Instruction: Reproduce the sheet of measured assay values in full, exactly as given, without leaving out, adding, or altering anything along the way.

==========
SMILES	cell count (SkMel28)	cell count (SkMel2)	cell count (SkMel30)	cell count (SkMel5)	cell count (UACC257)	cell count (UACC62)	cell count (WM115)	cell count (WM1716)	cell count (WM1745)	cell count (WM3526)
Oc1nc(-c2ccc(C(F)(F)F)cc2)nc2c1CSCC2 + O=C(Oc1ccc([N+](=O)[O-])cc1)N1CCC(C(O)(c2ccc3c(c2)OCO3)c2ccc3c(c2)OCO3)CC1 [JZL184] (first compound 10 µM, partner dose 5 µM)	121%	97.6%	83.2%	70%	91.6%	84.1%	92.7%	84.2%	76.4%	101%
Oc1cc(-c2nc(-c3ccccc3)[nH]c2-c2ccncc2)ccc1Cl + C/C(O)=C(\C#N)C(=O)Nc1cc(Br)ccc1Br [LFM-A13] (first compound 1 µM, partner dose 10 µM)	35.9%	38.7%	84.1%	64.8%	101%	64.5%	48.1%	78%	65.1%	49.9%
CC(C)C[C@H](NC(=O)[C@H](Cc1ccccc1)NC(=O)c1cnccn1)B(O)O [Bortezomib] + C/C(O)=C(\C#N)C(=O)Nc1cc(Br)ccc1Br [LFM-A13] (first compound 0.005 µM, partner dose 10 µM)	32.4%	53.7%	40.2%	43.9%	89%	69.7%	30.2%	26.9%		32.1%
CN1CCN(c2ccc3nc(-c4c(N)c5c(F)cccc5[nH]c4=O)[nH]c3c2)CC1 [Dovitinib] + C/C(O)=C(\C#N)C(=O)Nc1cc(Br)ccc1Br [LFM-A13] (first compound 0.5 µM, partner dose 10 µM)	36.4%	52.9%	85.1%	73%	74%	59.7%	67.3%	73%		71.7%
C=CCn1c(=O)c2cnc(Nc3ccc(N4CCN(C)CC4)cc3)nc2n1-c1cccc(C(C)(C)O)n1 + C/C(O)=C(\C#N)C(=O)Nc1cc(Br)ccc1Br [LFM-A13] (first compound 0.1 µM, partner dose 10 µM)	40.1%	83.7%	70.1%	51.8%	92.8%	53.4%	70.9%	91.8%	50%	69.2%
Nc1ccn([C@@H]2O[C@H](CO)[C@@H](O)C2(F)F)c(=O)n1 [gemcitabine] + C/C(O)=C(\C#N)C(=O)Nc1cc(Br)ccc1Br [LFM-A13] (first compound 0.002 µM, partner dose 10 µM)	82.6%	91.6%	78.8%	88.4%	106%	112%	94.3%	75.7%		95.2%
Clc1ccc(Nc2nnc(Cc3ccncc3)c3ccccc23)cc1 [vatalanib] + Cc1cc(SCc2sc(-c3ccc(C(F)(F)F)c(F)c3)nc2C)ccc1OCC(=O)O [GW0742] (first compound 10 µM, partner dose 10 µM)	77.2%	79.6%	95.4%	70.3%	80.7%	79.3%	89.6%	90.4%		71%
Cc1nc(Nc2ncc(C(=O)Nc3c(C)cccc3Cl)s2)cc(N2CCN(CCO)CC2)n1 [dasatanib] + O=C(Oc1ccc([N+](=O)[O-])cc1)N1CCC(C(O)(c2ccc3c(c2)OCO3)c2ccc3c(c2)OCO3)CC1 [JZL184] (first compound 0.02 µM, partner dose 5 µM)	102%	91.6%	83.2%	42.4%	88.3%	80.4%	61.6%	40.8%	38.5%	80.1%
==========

SMILES	cell count (SkMel28)	cell count (SkMel2)	cell count (SkMel30)	cell count (SkMel5)	cell count (UACC257)	cell count (UACC62)	cell count (WM115)	cell count (WM1716)	cell count (WM1745)	cell count (WM3526)
Oc1nc(-c2ccc(C(F)(F)F)cc2)nc2c1CSCC2 + O=C(Oc1ccc([N+](=O)[O-])cc1)N1CCC(C(O)(c2ccc3c(c2)OCO3)c2ccc3c(c2)OCO3)CC1 [JZL184] (first compound 10 µM, partner dose 5 µM)	121%	97.6%	83.2%	70%	91.6%	84.1%	92.7%	84.2%	76.4%	101%
Oc1cc(-c2nc(-c3ccccc3)[nH]c2-c2ccncc2)ccc1Cl + C/C(O)=C(\C#N)C(=O)Nc1cc(Br)ccc1Br [LFM-A13] (first compound 1 µM, partner dose 10 µM)	35.9%	38.7%	84.1%	64.8%	101%	64.5%	48.1%	78%	65.1%	49.9%
CC(C)C[C@H](NC(=O)[C@H](Cc1ccccc1)NC(=O)c1cnccn1)B(O)O [Bortezomib] + C/C(O)=C(\C#N)C(=O)Nc1cc(Br)ccc1Br [LFM-A13] (first compound 0.005 µM, partner dose 10 µM)	32.4%	53.7%	40.2%	43.9%	89%	69.7%	30.2%	26.9%		32.1%
CN1CCN(c2ccc3nc(-c4c(N)c5c(F)cccc5[nH]c4=O)[nH]c3c2)CC1 [Dovitinib] + C/C(O)=C(\C#N)C(=O)Nc1cc(Br)ccc1Br [LFM-A13] (first compound 0.5 µM, partner dose 10 µM)	36.4%	52.9%	85.1%	73%	74%	59.7%	67.3%	73%		71.7%
C=CCn1c(=O)c2cnc(Nc3ccc(N4CCN(C)CC4)cc3)nc2n1-c1cccc(C(C)(C)O)n1 + C/C(O)=C(\C#N)C(=O)Nc1cc(Br)ccc1Br [LFM-A13] (first compound 0.1 µM, partner dose 10 µM)	40.1%	83.7%	70.1%	51.8%	92.8%	53.4%	70.9%	91.8%	50%	69.2%
Nc1ccn([C@@H]2O[C@H](CO)[C@@H](O)C2(F)F)c(=O)n1 [gemcitabine] + C/C(O)=C(\C#N)C(=O)Nc1cc(Br)ccc1Br [LFM-A13] (first compound 0.002 µM, partner dose 10 µM)	82.6%	91.6%	78.8%	88.4%	106%	112%	94.3%	75.7%		95.2%
Clc1ccc(Nc2nnc(Cc3ccncc3)c3ccccc23)cc1 [vatalanib] + Cc1cc(SCc2sc(-c3ccc(C(F)(F)F)c(F)c3)nc2C)ccc1OCC(=O)O [GW0742] (first compound 10 µM, partner dose 10 µM)	77.2%	79.6%	95.4%	70.3%	80.7%	79.3%	89.6%	90.4%		71%
Cc1nc(Nc2ncc(C(=O)Nc3c(C)cccc3Cl)s2)cc(N2CCN(CCO)CC2)n1 [dasatanib] + O=C(Oc1ccc([N+](=O)[O-])cc1)N1CCC(C(O)(c2ccc3c(c2)OCO3)c2ccc3c(c2)OCO3)CC1 [JZL184] (first compound 0.02 µM, partner dose 5 µM)	102%	91.6%	83.2%	42.4%	88.3%	80.4%	61.6%	40.8%	38.5%	80.1%